12 results for tag: sustainability


Hold The Salt: Options For Keeping Your Sidewalk Ice-Free

Winter weather in Oregon can be unpredictable. With this latest cold snap, it is time to start thinking about how we combat snow/ice on our sidewalks and driveways. The cost of so much salt Salt is used in many parts of the country because it lowers the freezing temperature of water and therefore can help accelerate the melting process of snow and ice. However, after it’s spread on roads or sidewalks, all of that salt has to go somewhere, and most of it washes into the storm sewer and gets deposited into the nearest river.  There, it can harm freshwater fish, frogs and other wildlife that aren’t acclimated to salty water, and can reduce ...

Don’t Let Winter Weather Limit Your Transportation Options

Getting around by bike, foot and transit is great for your health, your community’s health and safety, and the long-term prognosis for the livability of the planet. However, it can feel more difficult when the weather turns dark, cold and wet. Here are a few ways you can get through the long dark months without reaching for the car keys! Plan ahead. Set out your bike gear the night before. Make sure you know which bus you’re going to catch when, and plan your morning accordingly. This may feel like a hassle, but the fact is that your bike ride and your walk (and your transit ride, if you’re lucky enough to have some good bus-only lanes ...

Hold the wrapping paper! Most of that gift-wrap is not eco-friendly nor recyclable

It is that time of year again—no matter what holiday you celebrate, or what religion you subscribe to, it is difficult to be unaffected by the enthusiasm of the season of giving and reflection. It is predicted that the average American will spend $942 on holiday gifts this year. It is no secret that as consumerism spreads, landfills also fill up, and the Earth suffers.   According to Stanford University, Americans throw away 25% more trash during the Thanksgiving to New Year's holiday period than any other time of year. And most of that holiday wrap is not eco-friendly nor recyclable. A whopping 40% of the world’s industrial logging goes into ...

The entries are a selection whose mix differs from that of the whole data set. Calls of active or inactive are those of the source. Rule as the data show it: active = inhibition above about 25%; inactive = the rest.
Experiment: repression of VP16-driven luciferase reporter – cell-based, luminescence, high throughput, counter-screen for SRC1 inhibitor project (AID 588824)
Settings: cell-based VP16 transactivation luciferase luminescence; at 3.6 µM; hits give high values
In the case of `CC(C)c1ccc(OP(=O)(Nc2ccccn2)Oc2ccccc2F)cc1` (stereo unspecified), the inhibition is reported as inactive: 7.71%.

Climate-Friendly Communities Don’t Magically Appear

Oregon Environmental Council and 1000 Friends of Oregon have a long history of partnership, especially working together to advance compact community design with a myriad of reliable alternatives to driving. When people live close to their daily destinations and have lots of transportation options, we can significantly curb climate pollution from everyday travel. And the good news is that climate-friendly communities have lots of other benefits: the air is cleaner, the costs of getting around are lower, it’s easier to get exercise by walking and biking, they are cheaper to build and maintain, and--because they use less space--precious farm and ...

Oregon Health Authority Wrestles With Commitment to Transparency

At the most recent meeting of the Toxic Free Kids Act Rules Advisory Committee the chemical industry publicly admitted that many chemicals in kids’ products may lack key data on their safety. This sort of disregard for product safety and transparency is sadly a routine page out of the chemical industry's playbook.  The issue of transparency was another hot topic during the most recent rules meeting. While it's a common move for industry associations and manufacturers to refuse to provide transparency on chemical ingredients and safety assessments, it's less common to see it from state agencies.  The heart of the matter under consideration by ...